Browse Prior Art Database

A Scheduling Algorithm For Processing Mutually Exclusive Workloads in a multi-system Configuration

IP.com Disclosure Number: IPCOM000015826D
Original Publication Date: 2002-Aug-19
Included in the Prior Art Database: 2003-Jun-21
Document File: 2 page(s) / 93K

Publishing Venue

IBM

Abstract

Disclosed is a program algorithm that provides a mechanism for scheduling workloads in a multi-system configuration where: (A) only one workload may be active in the multi-system configuration at any point in time; (B) once a workload is started, it can be expanded to include new work; (C) no one workload can expand indefinitely and thereby prevent other pending workloads from executing; and (D) a reasonably predictable execution sequence of workloads occurs.

This text was extracted from a PDF file.
This is the abbreviated version, containing approximately 52% of the total text.

Page 1 of 2

  A Scheduling Algorithm For Processing Mutually Exclusive Workloads in a multi-system Configuration

   Disclosed is a program algorithm that provides a mechanism for scheduling workloads in a multi-system configuration where: (A) only one workload may be active in the multi-system configuration at any point in time; (B) once a workload is started, it can be expanded to include new work; (C) no one workload can expand indefinitely and thereby prevent other pending workloads from executing; and (D) a reasonably predictable execution sequence of workloads occurs.

A workload can consist of one or more functions that may execute serially or concurrently in the multi-system configuration. A workload may consist of: (A) a single function that can only be performed by a single requester in the configuration; (B) a single function that can be performed concurrently by multiple requesters on multiple systems in the configuration; or (C) multiple functions that can be performed concurrently by multiple requesters on multiple systems in the configuration.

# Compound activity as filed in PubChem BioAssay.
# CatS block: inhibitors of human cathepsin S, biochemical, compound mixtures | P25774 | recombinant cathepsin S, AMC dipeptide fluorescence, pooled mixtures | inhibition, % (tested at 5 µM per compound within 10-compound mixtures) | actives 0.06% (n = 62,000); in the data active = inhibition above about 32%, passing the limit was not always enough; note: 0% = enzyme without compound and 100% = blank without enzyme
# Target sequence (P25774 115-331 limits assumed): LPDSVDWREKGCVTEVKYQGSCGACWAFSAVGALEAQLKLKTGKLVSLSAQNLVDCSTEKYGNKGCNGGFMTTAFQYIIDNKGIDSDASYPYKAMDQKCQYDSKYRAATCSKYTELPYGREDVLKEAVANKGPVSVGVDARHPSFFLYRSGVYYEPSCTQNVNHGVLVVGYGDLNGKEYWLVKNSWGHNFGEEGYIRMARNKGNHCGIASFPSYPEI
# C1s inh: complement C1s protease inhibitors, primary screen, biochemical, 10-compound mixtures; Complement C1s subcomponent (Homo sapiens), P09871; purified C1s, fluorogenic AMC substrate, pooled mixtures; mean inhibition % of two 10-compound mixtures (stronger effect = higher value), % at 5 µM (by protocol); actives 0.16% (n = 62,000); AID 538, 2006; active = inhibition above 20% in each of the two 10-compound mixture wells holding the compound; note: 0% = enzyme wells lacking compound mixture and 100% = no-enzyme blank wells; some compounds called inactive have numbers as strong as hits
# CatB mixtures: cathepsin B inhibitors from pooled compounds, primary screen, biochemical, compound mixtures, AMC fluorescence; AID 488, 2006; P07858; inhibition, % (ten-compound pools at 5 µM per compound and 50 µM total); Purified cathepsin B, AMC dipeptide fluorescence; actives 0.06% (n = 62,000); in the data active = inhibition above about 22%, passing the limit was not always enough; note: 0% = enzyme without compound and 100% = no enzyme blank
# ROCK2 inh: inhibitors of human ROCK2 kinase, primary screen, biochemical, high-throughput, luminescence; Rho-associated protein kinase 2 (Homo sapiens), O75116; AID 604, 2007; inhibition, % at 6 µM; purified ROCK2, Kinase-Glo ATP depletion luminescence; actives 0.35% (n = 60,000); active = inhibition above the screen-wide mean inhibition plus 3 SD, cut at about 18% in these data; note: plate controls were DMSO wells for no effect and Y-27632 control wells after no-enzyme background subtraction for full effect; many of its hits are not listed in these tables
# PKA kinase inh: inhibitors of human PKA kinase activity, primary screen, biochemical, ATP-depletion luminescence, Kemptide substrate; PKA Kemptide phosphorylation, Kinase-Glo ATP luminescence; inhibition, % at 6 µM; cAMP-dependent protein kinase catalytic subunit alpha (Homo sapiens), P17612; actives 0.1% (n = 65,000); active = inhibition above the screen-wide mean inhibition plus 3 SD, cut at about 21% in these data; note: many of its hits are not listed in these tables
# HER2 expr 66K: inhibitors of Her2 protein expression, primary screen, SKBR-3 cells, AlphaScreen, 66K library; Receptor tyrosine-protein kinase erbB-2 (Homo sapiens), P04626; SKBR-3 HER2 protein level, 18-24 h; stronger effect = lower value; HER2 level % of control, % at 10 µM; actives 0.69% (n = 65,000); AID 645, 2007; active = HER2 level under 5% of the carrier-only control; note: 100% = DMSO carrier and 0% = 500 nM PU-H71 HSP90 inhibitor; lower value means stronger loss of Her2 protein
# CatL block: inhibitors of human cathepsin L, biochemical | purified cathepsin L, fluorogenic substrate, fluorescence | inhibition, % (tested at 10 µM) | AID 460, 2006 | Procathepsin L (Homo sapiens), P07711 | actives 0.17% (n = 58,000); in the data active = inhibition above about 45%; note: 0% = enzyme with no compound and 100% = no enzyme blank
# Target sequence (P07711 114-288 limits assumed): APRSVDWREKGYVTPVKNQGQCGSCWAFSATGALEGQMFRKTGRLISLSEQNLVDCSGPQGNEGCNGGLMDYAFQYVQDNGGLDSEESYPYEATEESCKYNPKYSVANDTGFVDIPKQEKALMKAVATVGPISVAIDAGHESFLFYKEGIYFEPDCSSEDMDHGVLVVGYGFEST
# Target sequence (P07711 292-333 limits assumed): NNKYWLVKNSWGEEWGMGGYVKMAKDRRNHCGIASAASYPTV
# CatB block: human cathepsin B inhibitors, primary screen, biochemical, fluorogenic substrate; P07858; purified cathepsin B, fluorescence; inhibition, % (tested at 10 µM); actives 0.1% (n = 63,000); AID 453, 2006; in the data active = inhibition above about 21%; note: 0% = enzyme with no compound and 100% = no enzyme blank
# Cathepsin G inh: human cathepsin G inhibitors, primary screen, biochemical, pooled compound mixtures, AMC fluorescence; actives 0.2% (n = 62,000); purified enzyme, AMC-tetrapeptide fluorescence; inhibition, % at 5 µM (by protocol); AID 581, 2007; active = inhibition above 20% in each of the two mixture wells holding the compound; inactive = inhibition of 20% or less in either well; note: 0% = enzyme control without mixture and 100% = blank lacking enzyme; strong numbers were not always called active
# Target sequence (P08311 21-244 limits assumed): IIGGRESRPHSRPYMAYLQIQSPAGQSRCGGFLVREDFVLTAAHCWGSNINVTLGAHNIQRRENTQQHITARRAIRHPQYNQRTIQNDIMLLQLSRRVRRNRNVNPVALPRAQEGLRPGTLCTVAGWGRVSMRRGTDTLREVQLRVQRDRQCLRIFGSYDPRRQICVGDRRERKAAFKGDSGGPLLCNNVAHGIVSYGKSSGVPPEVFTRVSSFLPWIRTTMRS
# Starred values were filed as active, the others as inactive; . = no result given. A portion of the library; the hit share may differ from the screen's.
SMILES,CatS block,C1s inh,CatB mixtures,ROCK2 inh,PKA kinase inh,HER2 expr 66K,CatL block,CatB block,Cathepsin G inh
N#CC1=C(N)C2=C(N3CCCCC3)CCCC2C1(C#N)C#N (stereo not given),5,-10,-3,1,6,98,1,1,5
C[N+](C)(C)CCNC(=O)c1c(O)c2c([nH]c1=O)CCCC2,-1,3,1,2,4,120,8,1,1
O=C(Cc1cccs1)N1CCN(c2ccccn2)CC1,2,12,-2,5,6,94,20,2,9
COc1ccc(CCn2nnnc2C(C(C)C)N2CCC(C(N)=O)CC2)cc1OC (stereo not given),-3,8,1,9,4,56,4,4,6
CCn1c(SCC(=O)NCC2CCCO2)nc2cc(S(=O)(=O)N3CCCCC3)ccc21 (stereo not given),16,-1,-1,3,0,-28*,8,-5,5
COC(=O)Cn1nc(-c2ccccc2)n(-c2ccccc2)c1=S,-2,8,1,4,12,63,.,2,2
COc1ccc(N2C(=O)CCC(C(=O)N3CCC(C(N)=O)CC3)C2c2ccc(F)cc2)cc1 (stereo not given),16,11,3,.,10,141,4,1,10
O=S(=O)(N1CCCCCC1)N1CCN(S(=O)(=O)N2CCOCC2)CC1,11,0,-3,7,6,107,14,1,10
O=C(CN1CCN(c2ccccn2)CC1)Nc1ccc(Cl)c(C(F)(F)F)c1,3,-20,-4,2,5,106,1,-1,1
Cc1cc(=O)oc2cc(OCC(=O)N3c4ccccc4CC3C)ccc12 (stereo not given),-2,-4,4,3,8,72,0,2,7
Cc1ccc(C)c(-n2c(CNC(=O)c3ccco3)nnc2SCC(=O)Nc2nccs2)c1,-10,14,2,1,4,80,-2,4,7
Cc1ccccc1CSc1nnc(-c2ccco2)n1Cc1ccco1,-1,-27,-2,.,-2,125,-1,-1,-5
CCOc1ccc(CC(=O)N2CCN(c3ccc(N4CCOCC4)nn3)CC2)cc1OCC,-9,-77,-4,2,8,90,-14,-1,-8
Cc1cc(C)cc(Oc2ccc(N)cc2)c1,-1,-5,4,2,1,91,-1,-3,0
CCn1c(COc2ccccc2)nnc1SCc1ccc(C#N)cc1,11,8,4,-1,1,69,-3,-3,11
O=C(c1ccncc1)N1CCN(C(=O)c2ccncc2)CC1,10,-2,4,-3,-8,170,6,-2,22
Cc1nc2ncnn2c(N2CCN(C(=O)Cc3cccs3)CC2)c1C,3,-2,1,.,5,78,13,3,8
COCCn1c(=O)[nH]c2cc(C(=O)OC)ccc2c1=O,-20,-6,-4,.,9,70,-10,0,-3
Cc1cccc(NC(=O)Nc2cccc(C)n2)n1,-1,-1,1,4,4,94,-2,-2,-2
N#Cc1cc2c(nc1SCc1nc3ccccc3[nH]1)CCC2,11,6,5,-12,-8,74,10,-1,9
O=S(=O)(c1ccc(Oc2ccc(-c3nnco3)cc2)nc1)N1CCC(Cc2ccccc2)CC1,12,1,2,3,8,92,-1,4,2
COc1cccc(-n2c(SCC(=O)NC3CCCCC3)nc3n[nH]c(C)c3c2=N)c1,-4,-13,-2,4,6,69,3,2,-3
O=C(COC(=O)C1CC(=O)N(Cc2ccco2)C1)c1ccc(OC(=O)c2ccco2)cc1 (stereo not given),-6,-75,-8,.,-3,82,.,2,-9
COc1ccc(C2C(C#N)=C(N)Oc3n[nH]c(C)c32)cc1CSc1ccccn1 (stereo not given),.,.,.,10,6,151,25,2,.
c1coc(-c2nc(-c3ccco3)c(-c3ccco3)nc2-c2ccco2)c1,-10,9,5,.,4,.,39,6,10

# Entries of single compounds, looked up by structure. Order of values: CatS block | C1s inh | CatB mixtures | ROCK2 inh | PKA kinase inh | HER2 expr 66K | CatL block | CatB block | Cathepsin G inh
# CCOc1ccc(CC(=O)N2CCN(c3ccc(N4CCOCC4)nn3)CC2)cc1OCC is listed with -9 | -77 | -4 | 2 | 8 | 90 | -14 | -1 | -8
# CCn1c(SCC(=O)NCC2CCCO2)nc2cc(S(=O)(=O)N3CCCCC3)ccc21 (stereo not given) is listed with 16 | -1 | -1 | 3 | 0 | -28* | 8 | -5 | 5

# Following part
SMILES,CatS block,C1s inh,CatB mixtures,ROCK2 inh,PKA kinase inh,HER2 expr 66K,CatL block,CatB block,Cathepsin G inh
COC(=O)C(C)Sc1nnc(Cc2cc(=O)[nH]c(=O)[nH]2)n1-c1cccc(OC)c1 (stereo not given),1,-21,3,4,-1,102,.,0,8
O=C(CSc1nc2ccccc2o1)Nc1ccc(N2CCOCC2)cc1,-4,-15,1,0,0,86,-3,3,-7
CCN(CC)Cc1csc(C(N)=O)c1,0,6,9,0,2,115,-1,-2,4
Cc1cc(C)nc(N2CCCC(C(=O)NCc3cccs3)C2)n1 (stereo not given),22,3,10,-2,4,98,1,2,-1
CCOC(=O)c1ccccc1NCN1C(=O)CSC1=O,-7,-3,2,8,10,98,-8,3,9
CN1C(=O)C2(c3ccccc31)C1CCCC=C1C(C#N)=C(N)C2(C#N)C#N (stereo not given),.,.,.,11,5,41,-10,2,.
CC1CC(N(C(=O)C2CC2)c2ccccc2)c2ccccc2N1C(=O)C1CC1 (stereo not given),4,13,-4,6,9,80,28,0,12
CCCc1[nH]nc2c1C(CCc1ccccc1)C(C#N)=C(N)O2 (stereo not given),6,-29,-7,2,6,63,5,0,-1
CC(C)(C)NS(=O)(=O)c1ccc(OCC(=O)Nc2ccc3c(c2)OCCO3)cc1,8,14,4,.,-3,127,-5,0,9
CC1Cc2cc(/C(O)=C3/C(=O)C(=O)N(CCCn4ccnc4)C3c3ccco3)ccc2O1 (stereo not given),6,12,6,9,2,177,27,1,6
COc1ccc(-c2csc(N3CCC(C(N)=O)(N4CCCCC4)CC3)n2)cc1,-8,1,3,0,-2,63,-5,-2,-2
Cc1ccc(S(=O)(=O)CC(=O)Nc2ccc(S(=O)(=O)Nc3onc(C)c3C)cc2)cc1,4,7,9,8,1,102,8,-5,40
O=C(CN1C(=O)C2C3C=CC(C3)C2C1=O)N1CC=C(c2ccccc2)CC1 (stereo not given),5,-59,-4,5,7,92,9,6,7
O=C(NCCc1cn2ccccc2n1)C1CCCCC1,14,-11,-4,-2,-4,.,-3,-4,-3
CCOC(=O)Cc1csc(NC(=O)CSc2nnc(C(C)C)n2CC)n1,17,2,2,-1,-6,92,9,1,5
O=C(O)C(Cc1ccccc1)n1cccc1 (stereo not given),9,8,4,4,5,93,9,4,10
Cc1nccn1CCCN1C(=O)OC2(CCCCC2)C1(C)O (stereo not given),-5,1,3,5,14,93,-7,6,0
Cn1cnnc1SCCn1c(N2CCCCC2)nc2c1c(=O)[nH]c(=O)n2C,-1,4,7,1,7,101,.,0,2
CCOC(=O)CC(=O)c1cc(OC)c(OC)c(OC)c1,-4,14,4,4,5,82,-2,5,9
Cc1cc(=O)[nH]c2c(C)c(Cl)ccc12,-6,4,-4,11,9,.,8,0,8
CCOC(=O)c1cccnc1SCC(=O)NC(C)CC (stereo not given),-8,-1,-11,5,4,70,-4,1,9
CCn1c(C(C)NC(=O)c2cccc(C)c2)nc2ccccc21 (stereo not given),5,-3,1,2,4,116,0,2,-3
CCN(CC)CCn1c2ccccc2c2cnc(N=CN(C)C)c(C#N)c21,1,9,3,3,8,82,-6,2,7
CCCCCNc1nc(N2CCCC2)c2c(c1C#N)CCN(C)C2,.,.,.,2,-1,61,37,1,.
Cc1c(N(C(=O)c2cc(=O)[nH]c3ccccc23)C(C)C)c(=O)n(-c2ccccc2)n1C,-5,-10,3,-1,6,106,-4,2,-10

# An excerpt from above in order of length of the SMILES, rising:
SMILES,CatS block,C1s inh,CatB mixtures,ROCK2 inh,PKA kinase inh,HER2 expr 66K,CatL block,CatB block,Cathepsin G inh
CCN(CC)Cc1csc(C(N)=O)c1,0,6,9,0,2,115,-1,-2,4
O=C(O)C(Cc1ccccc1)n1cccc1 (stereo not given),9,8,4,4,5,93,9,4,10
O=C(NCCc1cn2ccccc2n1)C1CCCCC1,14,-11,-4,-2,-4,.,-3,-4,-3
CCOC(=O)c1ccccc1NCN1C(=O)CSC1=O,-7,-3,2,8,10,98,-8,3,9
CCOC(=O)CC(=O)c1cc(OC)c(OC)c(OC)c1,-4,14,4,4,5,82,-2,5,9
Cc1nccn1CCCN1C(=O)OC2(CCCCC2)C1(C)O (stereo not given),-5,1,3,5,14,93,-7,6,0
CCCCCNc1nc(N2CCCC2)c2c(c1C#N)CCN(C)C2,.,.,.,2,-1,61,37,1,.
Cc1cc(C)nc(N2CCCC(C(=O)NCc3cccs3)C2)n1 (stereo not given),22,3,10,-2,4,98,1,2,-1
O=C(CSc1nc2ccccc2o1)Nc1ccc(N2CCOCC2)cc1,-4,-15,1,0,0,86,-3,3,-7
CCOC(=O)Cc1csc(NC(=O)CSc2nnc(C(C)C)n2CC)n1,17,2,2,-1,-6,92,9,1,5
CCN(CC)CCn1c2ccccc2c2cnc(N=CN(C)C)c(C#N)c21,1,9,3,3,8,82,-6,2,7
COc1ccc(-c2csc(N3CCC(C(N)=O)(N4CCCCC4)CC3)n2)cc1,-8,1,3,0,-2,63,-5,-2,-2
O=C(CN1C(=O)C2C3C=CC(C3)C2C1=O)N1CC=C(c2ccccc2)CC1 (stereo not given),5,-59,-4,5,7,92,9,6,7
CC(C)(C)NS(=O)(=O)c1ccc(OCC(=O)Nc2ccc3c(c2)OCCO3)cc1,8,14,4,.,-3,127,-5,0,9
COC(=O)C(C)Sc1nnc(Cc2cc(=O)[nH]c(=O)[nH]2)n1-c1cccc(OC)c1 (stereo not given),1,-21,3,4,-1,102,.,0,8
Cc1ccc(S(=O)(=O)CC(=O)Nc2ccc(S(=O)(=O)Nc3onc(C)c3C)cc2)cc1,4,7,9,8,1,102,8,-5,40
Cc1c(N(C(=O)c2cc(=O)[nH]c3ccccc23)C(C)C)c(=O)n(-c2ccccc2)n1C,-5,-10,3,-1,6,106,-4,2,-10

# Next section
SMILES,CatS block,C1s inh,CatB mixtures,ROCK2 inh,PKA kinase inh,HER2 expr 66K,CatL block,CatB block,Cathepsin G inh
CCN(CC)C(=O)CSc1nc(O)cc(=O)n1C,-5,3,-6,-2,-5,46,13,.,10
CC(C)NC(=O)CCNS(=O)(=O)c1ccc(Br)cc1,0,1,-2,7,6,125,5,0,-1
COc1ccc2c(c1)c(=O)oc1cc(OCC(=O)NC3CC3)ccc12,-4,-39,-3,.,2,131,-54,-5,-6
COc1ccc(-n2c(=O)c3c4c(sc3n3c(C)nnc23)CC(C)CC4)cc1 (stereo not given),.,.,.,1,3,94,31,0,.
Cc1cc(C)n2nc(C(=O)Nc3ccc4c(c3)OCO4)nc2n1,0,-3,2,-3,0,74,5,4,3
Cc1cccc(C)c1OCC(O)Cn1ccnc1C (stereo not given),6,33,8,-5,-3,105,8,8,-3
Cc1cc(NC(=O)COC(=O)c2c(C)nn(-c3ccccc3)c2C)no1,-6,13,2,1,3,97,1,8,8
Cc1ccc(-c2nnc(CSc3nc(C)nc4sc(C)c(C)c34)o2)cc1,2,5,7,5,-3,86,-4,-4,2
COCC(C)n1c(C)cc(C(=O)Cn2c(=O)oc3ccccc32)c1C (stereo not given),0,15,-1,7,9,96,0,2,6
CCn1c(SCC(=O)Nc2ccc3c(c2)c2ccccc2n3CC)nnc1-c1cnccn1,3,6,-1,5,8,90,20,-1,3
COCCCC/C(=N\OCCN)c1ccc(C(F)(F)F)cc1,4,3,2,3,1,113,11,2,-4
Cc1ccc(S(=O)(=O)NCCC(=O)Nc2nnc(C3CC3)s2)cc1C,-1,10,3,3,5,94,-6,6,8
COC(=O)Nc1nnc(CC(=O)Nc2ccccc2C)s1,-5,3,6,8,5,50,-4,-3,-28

The algorithm provides a "distributed scheduler" where no one system in the configuration has sole responsibility for scheduling and dispatching workloads. Rather, all systems participate in concert to determine what workload should be dispatched when the current workload completes. This model simplifies recovery processing when a system exits the configuration.

The distributed scheduler uses a "scheduling queue" to represent active and pending workloads. The "scheduling queue" consists of two elements:

A common "Workload Scheduler Queue" that must reside on a media that each system in the configuration can access and update in a serialized manner. In order to limit (bound) the "common" resources associated with this queue, the queue element is the workload category (rather than individual requestors). Thus, the maximum depth of the queue of "pending workloads" is the number of workloads defined by the implementation. The workload queue consists of two queues: an active queue and a pending queue, defined as follows:

Active Queue - The active queue is a single-element queue that is used to determine what specific workload is currently being processed. Pending Queue - The pending queue is a multi-element queue of "n" queue elements, where "n" is the finite number of workloads that is defined by the implementation. The pending queue is used to keep track of what workloads are waiting to process. T...